During the height of COVID, I heard from exporters across dozens of industries about unfair shipping practices and exorbitant costs, which put companies out of business and resulted in higher prices for their customers.
To be clear, the astronomical profits realized by foreign shipping companies contributed to inflation in the United States.
Supply chain gridlock and unfair shipping practices caused the value of California’s food exports to fall by $2.1 billion, or about 17%. That’s just in California.
I was proud to work across the aisle to pass OSRA last Congress. Since its passage, we have already seen a decrease in vessel congestion at ports and significant refunds in undue charges by carriers.
As we heard last week, the FMC has moved quickly on rulemaking and the self-executing policies included in the law. I look forward to hearing from our witnesses today about how our supply chain has become more resilient, fair, and transparent as a result of the passage of this bill.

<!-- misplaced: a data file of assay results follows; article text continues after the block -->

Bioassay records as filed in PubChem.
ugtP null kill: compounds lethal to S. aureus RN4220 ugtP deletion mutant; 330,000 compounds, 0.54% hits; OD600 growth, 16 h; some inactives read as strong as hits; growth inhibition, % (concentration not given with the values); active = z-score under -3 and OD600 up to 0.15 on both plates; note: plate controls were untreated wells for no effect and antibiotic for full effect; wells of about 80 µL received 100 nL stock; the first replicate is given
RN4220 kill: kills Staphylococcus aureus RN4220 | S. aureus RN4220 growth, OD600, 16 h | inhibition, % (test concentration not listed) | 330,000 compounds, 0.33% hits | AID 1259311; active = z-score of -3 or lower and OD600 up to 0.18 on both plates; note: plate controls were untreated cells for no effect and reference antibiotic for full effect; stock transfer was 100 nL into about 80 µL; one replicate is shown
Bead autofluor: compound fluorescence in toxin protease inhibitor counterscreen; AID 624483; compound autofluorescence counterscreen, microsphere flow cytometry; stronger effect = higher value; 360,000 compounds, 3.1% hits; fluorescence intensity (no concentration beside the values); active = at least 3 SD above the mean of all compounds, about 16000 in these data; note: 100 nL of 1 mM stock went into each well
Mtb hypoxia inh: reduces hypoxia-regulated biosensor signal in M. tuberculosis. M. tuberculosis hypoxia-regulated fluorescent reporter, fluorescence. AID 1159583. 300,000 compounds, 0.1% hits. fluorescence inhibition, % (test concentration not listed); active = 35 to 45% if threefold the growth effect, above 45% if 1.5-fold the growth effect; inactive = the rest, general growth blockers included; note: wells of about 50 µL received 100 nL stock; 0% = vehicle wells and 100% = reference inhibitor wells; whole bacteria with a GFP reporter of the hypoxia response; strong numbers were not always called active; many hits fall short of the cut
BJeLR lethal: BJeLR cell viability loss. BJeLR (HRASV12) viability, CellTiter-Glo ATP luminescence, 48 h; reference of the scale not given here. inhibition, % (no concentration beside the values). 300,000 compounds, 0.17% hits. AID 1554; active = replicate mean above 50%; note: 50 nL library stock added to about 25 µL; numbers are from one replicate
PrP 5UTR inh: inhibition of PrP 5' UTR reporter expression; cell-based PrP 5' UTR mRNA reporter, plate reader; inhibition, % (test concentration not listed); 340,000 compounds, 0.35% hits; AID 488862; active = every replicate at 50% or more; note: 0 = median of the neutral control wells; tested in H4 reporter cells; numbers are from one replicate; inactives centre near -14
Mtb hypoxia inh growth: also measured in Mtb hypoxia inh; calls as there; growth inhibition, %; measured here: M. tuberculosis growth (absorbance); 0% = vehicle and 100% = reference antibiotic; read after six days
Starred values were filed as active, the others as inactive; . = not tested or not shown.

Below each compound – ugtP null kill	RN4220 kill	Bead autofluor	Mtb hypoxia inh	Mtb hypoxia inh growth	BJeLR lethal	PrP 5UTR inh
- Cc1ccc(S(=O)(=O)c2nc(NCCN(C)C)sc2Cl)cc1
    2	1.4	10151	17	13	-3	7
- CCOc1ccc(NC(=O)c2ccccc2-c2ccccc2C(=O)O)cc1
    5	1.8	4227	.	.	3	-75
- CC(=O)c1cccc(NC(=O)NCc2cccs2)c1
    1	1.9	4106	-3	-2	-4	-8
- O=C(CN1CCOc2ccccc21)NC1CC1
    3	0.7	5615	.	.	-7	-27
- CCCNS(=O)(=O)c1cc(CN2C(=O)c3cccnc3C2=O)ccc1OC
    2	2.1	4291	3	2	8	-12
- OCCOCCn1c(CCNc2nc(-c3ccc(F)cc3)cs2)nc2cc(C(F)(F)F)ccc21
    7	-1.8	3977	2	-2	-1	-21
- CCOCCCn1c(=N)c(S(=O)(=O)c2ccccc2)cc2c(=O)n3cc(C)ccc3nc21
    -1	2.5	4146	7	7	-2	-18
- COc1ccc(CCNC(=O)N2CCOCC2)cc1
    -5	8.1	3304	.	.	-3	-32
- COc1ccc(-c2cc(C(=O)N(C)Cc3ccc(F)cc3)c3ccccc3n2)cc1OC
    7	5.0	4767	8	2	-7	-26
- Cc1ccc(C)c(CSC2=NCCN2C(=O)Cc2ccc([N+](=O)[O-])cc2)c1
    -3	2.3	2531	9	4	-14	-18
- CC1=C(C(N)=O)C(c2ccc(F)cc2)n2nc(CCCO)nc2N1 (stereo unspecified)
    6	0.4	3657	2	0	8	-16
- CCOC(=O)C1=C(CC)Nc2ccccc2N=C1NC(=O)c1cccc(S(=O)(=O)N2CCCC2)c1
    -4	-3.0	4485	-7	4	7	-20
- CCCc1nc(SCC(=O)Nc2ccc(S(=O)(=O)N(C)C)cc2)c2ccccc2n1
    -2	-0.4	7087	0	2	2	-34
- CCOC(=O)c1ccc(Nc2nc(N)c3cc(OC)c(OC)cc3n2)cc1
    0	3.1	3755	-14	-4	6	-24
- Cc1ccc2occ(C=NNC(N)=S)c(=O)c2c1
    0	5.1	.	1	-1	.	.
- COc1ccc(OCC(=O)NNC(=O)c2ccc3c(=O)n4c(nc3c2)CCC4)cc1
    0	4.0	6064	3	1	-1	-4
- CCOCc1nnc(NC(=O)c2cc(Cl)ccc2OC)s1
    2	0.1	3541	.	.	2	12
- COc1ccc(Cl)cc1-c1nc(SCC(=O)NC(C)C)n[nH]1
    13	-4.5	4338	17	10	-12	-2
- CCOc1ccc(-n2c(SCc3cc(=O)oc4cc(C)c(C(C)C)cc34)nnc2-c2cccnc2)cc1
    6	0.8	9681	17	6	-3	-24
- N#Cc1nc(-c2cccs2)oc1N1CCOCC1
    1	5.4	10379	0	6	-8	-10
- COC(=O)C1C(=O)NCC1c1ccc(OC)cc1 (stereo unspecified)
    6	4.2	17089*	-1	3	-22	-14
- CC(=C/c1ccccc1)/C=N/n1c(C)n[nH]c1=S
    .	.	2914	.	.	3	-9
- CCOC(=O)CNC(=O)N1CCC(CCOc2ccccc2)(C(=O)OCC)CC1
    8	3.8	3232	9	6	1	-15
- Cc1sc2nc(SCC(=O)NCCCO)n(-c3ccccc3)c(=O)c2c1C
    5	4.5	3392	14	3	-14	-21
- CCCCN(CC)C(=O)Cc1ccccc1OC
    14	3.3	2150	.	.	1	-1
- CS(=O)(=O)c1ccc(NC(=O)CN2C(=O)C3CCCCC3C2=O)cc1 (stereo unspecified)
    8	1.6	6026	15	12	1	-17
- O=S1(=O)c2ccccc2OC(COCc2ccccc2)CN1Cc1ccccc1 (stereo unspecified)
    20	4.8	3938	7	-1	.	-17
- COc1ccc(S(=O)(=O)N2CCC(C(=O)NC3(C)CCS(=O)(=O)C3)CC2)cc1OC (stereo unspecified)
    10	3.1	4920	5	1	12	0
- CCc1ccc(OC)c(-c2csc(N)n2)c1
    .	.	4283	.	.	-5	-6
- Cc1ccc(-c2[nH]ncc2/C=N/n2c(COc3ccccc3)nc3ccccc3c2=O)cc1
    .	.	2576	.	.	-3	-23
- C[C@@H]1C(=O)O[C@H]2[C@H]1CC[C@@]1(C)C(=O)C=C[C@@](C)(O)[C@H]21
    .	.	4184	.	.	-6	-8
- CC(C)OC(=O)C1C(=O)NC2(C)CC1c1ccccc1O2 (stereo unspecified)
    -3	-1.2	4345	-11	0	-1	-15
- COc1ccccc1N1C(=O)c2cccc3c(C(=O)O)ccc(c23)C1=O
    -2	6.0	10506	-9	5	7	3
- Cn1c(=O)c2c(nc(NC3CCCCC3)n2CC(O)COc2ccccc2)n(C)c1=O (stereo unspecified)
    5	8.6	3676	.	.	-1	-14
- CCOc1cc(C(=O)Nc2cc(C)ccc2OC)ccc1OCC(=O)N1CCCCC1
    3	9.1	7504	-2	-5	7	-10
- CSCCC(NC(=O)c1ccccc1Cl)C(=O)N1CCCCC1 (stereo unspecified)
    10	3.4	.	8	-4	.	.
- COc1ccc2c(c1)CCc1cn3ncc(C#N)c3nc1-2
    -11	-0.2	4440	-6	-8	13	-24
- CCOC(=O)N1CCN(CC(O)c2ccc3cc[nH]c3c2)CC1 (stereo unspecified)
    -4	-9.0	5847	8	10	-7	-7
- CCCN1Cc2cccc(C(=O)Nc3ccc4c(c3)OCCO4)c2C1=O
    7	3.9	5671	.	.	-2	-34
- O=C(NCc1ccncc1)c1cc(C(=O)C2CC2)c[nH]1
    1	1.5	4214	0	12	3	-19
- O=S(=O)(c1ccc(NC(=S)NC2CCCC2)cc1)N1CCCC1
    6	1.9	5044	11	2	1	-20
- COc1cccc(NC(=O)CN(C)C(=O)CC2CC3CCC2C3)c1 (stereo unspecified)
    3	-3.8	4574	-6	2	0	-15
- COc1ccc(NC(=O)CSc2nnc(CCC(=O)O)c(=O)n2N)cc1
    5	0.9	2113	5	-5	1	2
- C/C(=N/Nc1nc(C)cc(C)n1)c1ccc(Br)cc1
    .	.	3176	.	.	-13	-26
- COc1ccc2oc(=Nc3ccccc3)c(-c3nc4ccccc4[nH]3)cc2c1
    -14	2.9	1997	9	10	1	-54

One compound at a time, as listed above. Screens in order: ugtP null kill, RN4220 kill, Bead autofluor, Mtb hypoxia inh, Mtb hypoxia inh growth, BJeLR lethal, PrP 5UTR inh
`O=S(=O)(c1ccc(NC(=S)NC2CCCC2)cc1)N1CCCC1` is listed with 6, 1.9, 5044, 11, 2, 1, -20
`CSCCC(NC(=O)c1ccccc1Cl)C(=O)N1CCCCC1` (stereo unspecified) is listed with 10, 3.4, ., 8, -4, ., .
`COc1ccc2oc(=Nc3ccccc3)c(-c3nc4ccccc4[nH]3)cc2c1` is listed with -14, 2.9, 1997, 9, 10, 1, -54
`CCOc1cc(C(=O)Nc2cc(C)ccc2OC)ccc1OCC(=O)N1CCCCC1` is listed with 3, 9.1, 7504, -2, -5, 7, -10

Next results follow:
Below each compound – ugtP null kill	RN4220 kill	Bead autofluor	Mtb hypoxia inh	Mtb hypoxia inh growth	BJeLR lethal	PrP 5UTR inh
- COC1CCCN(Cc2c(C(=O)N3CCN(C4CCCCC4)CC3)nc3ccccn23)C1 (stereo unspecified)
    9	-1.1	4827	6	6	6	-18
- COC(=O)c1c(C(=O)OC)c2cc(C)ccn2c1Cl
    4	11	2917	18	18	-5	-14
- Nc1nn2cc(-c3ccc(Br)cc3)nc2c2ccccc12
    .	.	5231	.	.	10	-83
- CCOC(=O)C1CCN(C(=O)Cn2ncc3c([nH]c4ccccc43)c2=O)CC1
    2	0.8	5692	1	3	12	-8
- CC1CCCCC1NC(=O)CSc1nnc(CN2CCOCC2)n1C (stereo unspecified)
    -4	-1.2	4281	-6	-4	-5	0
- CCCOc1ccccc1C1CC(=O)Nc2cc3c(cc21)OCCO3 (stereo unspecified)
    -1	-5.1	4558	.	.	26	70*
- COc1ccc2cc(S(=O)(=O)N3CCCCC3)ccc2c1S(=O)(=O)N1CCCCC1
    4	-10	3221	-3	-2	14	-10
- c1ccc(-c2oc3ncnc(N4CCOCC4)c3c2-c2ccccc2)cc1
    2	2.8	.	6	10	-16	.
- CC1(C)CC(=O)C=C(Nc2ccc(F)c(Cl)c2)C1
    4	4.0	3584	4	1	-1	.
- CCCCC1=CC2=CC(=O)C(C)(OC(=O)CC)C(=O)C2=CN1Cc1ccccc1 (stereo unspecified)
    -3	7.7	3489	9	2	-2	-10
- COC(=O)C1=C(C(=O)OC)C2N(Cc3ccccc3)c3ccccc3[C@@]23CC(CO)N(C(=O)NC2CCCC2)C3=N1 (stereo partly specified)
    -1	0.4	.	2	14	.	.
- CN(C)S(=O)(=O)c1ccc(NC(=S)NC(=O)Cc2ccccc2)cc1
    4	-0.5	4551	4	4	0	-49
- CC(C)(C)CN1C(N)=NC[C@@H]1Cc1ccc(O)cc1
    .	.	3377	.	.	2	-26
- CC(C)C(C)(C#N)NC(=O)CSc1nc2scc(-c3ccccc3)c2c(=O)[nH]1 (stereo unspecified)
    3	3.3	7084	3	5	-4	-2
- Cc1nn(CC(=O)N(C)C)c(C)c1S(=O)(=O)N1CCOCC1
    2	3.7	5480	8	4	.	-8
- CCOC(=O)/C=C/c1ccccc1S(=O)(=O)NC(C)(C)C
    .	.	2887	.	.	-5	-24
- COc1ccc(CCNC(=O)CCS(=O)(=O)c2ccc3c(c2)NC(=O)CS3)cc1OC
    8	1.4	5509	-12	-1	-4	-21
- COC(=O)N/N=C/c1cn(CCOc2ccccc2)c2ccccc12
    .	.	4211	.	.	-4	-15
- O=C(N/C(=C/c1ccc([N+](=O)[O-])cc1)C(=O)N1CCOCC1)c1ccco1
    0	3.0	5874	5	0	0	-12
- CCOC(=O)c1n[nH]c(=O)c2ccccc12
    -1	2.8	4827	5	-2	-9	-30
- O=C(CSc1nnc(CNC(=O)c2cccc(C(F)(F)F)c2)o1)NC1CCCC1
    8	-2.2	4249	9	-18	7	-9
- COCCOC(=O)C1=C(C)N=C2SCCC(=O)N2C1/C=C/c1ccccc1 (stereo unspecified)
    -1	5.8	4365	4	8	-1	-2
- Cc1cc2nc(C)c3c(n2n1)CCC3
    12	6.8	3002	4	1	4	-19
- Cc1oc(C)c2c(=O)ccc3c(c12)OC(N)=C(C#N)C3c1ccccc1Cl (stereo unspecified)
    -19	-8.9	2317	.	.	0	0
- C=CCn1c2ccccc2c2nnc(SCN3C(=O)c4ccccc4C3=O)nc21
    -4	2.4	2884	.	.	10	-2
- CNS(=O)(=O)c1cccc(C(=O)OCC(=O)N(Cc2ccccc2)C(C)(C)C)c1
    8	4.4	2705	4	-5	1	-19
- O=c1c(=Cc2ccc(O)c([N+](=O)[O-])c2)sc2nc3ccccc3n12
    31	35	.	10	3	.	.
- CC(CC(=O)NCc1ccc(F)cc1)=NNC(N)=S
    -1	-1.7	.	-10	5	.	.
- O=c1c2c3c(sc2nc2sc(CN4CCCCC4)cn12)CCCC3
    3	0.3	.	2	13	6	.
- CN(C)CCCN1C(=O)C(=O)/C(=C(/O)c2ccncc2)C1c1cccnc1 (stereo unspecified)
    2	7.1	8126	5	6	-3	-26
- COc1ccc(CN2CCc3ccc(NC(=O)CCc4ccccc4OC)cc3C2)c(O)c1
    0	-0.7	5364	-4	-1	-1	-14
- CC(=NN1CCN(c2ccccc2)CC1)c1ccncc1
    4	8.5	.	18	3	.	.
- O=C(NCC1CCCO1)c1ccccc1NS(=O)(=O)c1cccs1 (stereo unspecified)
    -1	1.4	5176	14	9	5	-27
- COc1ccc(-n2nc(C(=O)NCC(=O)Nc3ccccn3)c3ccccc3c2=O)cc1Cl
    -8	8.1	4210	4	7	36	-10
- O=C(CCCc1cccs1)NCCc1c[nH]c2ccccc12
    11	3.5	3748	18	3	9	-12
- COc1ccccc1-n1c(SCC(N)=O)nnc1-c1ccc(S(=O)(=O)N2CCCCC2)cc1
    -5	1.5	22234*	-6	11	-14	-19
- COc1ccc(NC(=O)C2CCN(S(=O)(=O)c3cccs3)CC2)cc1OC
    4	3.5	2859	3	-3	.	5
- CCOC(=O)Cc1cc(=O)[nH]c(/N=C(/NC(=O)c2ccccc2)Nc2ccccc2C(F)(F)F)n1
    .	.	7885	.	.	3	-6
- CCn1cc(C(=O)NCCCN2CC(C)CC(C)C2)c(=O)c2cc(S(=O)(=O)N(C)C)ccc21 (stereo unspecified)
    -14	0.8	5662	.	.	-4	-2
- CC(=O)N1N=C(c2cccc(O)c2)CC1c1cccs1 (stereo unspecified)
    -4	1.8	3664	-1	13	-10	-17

I’m also eager to hear about how investments in our ports and port infrastructure will continue to support robust international trade and American jobs. As the nexus where cargo moves in and out of our economy, ports have an important role to play in our supply chain.
There is no doubt that our supply chain remains susceptible to major market fluctuations and international events. With the passage of OSRA and the Bipartisan Infrastructure Law though, we have already made significant progress in building a more resilient supply chain.
Thank you to our witnesses for being here today. I am eager to dive into a conversation about how Congress can further support a strong maritime industry and resilient supply chain.